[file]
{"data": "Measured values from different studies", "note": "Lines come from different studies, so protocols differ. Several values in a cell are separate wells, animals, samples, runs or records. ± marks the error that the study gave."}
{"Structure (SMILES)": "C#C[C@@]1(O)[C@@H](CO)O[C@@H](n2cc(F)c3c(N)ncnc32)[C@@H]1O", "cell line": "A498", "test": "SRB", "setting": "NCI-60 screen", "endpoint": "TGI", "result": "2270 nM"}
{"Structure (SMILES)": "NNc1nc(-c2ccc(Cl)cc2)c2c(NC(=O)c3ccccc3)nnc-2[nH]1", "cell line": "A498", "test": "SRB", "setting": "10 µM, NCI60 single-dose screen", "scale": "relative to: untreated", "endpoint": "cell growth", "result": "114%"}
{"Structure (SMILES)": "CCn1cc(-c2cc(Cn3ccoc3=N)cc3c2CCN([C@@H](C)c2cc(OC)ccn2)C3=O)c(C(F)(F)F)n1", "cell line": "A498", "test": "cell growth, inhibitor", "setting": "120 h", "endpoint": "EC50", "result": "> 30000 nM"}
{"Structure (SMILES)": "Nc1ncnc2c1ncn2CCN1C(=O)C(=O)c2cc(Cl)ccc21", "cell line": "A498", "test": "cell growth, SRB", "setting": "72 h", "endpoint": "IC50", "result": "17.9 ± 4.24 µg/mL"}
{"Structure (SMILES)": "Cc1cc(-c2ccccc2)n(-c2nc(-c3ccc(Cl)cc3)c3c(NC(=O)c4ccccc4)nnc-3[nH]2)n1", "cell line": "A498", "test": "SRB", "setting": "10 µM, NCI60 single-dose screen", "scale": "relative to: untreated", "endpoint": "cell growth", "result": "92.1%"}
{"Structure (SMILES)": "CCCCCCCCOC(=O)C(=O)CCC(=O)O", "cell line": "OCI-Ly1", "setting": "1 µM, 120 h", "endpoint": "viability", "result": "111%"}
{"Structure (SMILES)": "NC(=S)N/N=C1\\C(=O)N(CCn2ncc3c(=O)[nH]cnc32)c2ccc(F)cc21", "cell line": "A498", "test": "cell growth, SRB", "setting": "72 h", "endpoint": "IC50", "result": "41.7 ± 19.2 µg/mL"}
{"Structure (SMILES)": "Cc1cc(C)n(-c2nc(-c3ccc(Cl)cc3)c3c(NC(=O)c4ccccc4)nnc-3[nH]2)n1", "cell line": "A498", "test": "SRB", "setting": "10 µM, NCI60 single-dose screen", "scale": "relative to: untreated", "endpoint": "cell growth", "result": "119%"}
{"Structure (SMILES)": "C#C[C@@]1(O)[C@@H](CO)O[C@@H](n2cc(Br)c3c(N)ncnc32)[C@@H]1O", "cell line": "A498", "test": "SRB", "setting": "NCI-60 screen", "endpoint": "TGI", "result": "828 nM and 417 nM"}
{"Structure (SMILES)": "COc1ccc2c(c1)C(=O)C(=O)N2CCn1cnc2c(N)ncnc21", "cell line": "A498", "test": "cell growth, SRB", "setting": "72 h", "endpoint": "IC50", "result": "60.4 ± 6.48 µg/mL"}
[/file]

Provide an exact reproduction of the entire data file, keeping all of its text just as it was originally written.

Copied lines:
{"data": "Measured values from different studies", "note": "Lines come from different studies, so protocols differ. Several values in a cell are separate wells, animals, samples, runs or records. ± marks the error that the study gave."}
{"Structure (SMILES)": "C#C[C@@]1(O)[C@@H](CO)O[C@@H](n2cc(F)c3c(N)ncnc32)[C@@H]1O", "cell line": "A498", "test": "SRB", "setting": "NCI-60 screen", "endpoint": "TGI", "result": "2270 nM"}
{"Structure (SMILES)": "NNc1nc(-c2ccc(Cl)cc2)c2c(NC(=O)c3ccccc3)nnc-2[nH]1", "cell line": "A498", "test": "SRB", "setting": "10 µM, NCI60 single-dose screen", "scale": "relative to: untreated", "endpoint": "cell growth", "result": "114%"}
{"Structure (SMILES)": "CCn1cc(-c2cc(Cn3ccoc3=N)cc3c2CCN([C@@H](C)c2cc(OC)ccn2)C3=O)c(C(F)(F)F)n1", "cell line": "A498", "test": "cell growth, inhibitor", "setting": "120 h", "endpoint": "EC50", "result": "> 30000 nM"}
{"Structure (SMILES)": "Nc1ncnc2c1ncn2CCN1C(=O)C(=O)c2cc(Cl)ccc21", "cell line": "A498", "test": "cell growth, SRB", "setting": "72 h", "endpoint": "IC50", "result": "17.9 ± 4.24 µg/mL"}
{"Structure (SMILES)": "Cc1cc(-c2ccccc2)n(-c2nc(-c3ccc(Cl)cc3)c3c(NC(=O)c4ccccc4)nnc-3[nH]2)n1", "cell line": "A498", "test": "SRB", "setting": "10 µM, NCI60 single-dose screen", "scale": "relative to: untreated", "endpoint": "cell growth", "result": "92.1%"}
{"Structure (SMILES)": "CCCCCCCCOC(=O)C(=O)CCC(=O)O", "cell line": "OCI-Ly1", "setting": "1 µM, 120 h", "endpoint": "viability", "result": "111%"}
{"Structure (SMILES)": "NC(=S)N/N=C1\\C(=O)N(CCn2ncc3c(=O)[nH]cnc32)c2ccc(F)cc21", "cell line": "A498", "test": "cell growth, SRB", "setting": "72 h", "endpoint": "IC50", "result": "41.7 ± 19.2 µg/mL"}
{"Structure (SMILES)": "Cc1cc(C)n(-c2nc(-c3ccc(Cl)cc3)c3c(NC(=O)c4ccccc4)nnc-3[nH]2)n1", "cell line": "A498", "test": "SRB", "setting": "10 µM, NCI60 single-dose screen", "scale": "relative to: untreated", "endpoint": "cell growth", "result": "119%"}
{"Structure (SMILES)": "C#C[C@@]1(O)[C@@H](CO)O[C@@H](n2cc(Br)c3c(N)ncnc32)[C@@H]1O", "cell line": "A498", "test": "SRB", "setting": "NCI-60 screen", "endpoint": "TGI", "result": "828 nM and 417 nM"}
{"Structure (SMILES)": "COc1ccc2c(c1)C(=O)C(=O)N2CCn1cnc2c(N)ncnc21", "cell line": "A498", "test": "cell growth, SRB", "setting": "72 h", "endpoint": "IC50", "result": "60.4 ± 6.48 µg/mL"}